One of the many things that ran around our minds when we perceived we had bad information to share was "how"? How do we share the news about Alex to our friends and family? How can we tell our families, who were so excited about the prospect of another baby, that ours was different? How do we share our sadness, but still try to put on a happy face?
To put it simply - it started out difficult, but became easier and easier. Today, I practically brag about our daughter with Down Syndrome.
Alex remained in the hospital for five days after her birth. As it was suspected that she had down syndrome, the doctors kept her in the neonatal intensive care unit so additional tests could be run. At six pounds she was by far the largest baby in the unit - I already knew we were lucky! As the week went on she was seen by a cardiologist, a gastric intestinal specialist, an audiologist, an optometrist and the list goes on. John and I were seen by a geneticist, a social worker, and a doctor who specialized in working with children with down syndrome. It was a whirlwind.
Alex was given a clean bill of health - with the exception of some minor heart issues, which are very common in children with down syndrome. In retrospect, this was very fortuitous, as we saw the cardiologist every six months, and a condition, not common in children with down syndrome, was discovered at 21 months and Alex had surgery. More about this later.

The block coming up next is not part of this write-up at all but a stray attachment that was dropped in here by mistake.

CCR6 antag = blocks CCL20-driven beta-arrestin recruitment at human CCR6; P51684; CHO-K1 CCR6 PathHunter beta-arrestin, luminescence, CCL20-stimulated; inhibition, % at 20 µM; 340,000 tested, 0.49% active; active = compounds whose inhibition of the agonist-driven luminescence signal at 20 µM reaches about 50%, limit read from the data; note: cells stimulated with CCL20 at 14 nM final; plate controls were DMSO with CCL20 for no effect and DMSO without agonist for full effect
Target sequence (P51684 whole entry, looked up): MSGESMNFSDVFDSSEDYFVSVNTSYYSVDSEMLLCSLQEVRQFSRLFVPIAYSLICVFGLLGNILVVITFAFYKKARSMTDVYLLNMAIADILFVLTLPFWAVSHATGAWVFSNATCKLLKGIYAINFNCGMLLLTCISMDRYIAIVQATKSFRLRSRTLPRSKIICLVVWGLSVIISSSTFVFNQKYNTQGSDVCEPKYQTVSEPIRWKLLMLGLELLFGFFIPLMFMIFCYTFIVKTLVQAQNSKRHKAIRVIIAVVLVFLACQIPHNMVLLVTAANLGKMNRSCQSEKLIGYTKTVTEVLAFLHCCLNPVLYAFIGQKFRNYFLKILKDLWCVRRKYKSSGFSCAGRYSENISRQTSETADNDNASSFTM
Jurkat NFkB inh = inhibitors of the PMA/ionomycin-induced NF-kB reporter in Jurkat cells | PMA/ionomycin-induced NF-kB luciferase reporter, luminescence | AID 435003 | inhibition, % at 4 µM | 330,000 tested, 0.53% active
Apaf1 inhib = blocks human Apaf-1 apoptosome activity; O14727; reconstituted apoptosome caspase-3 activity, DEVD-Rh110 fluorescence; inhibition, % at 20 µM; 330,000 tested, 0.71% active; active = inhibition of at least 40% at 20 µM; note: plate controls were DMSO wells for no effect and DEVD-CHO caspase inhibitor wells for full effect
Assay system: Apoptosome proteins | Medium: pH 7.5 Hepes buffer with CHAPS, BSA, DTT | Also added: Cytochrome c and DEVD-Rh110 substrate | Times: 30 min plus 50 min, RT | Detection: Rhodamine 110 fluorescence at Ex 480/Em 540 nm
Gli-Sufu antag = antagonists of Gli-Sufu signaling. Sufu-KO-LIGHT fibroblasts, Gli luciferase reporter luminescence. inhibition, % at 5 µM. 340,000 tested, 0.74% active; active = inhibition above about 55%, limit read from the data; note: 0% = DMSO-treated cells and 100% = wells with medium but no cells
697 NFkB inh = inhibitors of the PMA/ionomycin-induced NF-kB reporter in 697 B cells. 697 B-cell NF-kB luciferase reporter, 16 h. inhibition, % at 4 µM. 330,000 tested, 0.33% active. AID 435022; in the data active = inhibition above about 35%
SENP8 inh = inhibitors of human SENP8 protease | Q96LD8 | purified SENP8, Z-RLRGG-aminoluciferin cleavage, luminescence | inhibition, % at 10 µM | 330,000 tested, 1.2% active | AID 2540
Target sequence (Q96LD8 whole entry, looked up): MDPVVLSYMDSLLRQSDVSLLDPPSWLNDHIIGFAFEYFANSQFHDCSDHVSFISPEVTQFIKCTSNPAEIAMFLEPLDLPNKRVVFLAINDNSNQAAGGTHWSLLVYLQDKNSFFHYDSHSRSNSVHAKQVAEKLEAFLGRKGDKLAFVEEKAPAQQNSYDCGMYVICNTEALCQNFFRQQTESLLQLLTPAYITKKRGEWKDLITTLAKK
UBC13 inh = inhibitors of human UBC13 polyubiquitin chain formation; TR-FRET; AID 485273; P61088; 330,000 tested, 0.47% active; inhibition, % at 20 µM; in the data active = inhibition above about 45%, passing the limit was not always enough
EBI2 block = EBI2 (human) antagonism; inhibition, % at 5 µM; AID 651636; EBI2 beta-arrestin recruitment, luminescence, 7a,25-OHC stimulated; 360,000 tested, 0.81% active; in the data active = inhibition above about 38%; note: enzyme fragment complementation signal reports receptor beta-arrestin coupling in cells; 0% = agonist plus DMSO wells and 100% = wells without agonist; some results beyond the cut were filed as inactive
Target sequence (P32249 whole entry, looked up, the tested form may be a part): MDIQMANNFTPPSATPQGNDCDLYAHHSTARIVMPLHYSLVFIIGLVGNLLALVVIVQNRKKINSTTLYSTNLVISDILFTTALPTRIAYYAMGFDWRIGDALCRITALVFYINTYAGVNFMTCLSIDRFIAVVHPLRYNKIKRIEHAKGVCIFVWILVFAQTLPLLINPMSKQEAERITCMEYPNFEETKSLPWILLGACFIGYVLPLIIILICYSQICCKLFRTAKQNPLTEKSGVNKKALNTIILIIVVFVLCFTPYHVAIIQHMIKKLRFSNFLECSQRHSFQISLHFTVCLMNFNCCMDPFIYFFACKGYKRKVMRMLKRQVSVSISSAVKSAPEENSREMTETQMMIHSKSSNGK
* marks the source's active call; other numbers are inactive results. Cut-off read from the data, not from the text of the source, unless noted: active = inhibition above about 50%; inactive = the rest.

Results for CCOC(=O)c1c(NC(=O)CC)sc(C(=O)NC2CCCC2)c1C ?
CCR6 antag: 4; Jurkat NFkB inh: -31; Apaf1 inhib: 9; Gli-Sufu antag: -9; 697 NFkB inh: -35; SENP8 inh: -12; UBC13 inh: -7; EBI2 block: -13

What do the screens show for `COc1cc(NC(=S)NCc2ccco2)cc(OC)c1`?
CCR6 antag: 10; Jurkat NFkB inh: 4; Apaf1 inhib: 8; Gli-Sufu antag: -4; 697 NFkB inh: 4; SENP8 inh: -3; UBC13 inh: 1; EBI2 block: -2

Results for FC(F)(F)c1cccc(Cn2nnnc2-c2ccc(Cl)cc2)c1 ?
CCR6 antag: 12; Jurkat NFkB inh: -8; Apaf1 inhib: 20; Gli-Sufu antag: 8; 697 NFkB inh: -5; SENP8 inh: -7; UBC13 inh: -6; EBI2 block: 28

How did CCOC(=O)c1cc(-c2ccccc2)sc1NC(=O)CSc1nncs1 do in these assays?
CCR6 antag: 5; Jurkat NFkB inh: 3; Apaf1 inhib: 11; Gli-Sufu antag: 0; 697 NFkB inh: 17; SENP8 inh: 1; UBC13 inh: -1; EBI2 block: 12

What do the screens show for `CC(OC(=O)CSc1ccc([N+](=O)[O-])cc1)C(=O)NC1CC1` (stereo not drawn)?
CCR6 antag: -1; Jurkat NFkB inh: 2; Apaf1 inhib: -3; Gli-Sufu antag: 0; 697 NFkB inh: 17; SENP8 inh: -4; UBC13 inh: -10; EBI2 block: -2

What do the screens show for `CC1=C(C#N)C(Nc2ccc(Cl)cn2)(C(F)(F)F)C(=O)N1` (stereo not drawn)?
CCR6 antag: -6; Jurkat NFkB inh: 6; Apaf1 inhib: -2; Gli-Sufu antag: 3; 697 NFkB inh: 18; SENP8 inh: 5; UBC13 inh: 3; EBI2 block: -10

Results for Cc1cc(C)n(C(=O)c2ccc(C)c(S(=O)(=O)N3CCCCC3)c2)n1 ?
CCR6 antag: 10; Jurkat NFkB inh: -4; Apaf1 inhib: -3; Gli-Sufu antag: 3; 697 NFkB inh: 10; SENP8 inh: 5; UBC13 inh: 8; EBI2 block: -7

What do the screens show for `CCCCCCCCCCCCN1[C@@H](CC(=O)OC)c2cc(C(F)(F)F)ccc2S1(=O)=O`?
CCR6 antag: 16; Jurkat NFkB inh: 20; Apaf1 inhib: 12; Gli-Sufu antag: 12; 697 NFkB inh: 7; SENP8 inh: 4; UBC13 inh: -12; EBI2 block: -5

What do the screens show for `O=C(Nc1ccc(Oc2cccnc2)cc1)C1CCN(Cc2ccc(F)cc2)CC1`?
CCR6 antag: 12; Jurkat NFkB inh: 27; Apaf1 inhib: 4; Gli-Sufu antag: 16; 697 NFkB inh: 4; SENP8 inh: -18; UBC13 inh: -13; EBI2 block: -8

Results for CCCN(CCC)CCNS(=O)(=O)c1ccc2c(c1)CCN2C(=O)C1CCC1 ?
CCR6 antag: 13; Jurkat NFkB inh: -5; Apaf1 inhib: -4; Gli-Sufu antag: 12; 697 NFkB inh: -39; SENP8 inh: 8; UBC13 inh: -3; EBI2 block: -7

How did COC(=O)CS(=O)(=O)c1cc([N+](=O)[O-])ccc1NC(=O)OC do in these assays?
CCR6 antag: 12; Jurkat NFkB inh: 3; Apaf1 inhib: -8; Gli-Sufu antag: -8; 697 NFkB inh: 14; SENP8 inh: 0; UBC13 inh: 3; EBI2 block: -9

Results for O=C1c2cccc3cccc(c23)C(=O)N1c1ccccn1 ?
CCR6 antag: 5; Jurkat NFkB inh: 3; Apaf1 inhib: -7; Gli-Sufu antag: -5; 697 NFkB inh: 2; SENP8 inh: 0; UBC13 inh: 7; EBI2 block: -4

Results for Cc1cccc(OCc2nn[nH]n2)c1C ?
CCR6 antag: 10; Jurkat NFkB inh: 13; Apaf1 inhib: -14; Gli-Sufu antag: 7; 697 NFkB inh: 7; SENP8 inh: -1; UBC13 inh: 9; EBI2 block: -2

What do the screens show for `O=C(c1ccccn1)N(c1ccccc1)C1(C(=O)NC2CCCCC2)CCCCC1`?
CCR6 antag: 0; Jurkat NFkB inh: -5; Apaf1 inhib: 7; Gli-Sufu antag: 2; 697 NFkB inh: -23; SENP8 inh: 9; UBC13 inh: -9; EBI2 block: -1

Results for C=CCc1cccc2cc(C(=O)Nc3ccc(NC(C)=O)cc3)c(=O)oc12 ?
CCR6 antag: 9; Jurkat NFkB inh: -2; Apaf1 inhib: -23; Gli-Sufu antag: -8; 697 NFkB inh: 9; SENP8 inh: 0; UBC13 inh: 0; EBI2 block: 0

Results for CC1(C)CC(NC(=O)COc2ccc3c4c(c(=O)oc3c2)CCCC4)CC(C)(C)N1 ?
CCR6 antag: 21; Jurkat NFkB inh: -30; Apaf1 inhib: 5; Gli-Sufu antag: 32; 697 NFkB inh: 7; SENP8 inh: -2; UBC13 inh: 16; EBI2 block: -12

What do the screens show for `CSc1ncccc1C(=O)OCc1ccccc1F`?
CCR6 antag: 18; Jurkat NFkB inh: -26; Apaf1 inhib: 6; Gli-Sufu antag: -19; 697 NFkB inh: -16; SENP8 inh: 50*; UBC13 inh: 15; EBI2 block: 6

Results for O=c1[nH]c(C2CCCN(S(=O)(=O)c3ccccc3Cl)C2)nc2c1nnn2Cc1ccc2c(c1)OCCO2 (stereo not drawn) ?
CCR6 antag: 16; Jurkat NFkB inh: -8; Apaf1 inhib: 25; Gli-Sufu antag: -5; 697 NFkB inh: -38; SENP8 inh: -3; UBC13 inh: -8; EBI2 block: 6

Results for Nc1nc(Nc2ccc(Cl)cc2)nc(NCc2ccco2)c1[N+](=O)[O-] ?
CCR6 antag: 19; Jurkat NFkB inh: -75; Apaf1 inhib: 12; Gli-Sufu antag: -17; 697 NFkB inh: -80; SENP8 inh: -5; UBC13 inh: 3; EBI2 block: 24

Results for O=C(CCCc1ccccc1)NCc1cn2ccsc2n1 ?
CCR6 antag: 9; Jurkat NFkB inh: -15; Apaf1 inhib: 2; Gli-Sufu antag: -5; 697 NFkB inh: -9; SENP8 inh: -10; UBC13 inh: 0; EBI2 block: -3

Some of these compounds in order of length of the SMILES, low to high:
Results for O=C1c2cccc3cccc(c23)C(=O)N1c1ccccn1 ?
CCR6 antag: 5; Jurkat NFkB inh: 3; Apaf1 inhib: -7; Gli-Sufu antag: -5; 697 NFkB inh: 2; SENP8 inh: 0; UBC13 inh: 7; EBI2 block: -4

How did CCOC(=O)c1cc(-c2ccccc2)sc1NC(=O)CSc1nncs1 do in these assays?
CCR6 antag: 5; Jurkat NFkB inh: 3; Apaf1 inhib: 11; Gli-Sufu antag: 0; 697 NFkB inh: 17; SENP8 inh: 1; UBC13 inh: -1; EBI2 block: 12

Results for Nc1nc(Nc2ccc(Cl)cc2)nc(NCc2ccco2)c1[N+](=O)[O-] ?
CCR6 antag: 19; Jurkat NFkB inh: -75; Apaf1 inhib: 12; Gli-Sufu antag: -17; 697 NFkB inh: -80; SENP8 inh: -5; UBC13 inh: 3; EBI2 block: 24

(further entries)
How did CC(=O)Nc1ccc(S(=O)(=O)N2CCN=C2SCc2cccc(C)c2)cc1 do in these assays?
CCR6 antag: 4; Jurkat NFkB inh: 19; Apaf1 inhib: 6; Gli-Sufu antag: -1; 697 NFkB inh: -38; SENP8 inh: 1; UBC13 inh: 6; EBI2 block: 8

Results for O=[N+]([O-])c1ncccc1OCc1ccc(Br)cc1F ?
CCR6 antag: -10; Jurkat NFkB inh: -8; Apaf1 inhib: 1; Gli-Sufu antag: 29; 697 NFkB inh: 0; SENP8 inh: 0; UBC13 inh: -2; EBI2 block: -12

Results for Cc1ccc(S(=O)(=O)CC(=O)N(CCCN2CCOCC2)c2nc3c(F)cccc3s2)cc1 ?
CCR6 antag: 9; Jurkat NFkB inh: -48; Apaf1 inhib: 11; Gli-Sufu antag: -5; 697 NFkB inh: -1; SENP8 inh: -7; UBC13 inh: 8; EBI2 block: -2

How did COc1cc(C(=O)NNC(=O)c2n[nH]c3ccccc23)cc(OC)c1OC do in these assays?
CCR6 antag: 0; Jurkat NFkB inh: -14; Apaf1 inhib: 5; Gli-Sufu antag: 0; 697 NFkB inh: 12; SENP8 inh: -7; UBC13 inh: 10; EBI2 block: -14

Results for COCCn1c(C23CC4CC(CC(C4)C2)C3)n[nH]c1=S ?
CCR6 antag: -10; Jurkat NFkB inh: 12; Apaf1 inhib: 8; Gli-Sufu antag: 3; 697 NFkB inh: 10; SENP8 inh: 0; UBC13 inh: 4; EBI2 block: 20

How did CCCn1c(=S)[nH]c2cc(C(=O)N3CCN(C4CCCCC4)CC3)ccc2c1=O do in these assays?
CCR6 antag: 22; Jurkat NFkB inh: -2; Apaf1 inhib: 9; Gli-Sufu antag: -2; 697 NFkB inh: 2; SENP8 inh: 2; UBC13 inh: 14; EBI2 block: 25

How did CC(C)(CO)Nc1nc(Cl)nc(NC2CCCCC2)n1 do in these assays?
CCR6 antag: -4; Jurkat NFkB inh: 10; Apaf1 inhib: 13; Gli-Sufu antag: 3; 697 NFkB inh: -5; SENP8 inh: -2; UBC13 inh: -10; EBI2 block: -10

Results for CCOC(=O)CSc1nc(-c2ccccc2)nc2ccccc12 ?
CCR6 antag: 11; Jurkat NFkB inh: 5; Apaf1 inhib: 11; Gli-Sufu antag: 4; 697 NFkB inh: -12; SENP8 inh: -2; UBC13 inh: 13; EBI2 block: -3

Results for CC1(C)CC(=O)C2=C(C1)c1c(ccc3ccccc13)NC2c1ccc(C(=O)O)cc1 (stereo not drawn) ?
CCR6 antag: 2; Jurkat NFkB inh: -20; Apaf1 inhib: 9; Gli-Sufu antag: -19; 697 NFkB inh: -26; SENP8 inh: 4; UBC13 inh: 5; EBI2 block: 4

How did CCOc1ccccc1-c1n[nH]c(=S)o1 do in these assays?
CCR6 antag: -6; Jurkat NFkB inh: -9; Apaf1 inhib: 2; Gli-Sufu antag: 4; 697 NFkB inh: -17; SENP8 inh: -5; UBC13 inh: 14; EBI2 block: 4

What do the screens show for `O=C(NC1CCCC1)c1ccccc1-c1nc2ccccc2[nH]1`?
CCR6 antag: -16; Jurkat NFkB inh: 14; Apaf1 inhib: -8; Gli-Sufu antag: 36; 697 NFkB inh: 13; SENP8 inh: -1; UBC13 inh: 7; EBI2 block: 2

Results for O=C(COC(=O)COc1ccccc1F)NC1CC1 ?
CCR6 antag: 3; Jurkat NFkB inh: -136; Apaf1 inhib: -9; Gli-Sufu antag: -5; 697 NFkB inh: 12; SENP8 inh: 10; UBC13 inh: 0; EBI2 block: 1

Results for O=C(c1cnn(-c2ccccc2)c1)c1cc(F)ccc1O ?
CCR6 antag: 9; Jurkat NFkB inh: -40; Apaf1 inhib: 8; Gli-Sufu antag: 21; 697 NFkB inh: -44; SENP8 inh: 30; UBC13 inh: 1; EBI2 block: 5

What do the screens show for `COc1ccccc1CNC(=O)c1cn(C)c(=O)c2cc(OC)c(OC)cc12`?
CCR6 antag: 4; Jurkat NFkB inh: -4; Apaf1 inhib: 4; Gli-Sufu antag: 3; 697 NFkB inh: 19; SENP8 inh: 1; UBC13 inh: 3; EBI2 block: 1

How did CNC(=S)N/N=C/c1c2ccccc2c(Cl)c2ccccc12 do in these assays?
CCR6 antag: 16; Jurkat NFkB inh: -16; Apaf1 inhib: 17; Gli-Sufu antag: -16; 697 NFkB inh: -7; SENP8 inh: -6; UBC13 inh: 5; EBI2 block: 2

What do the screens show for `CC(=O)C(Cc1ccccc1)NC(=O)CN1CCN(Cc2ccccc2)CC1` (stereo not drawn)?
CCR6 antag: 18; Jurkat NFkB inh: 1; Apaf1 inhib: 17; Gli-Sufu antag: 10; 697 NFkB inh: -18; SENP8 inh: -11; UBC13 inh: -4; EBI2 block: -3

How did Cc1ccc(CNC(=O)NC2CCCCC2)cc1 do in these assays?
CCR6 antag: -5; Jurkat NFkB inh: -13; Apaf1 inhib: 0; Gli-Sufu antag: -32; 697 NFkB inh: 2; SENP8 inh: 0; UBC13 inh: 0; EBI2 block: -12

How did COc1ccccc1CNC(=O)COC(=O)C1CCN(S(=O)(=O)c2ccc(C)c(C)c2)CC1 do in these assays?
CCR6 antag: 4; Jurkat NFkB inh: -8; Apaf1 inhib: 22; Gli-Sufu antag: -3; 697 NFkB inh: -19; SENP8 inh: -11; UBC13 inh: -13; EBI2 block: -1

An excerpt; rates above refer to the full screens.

This week gave John and I time to digest our new lives, as well as share the news with our families and closest friends. I can unequivocally say that we were met with support and unconditional love by everyone. If other thoughts were shared amongst families and friends we were never privy to them. My father and mother who lived 2,000 miles insisted my Mom come out on the next plane - and she did. My brother in law and sister in law, who lived in our town, along with their four children, became the head cheerleaders in the "welcome to the world" celebration.
When Courtney was born we sent out 150 birth announcements, and I wanted to do the same to celebrate Alex's birth. However, I did not know how I wanted to share our news with my friends that I couldn't talk to - as well as others. We decided to enclose a letter along with the birth announcement - and it helped us heal.
I have an entire shoebox full of responses - unbelievable outpourings of love, support and stories. These stories were the medicine I needed - hearing of other families with children with special needs, other stories of sadness that turned into happiness and stories of futures. You see, when Alex was born we did not grief for ourselves, we grieved for our future and Alex's future. Would she ever learn to read? Would she ever be accepted? Would she ever get married? Just closing my eyes at night would bring on all these fears and reduce me to tears.
Some of these questions I know the answers to - some I do not. I still wonder about a lot of things. But I do not cry and have not cried about Alex's future since she was six weeks old. We learned very quickly how special Alex is, and although she is a bit different, she really is just like us in many, many ways. If the last 16 years are any indication, she will have a bright future, full of promise, success and fulfillment - just like me, just like her father, and just like her siblings.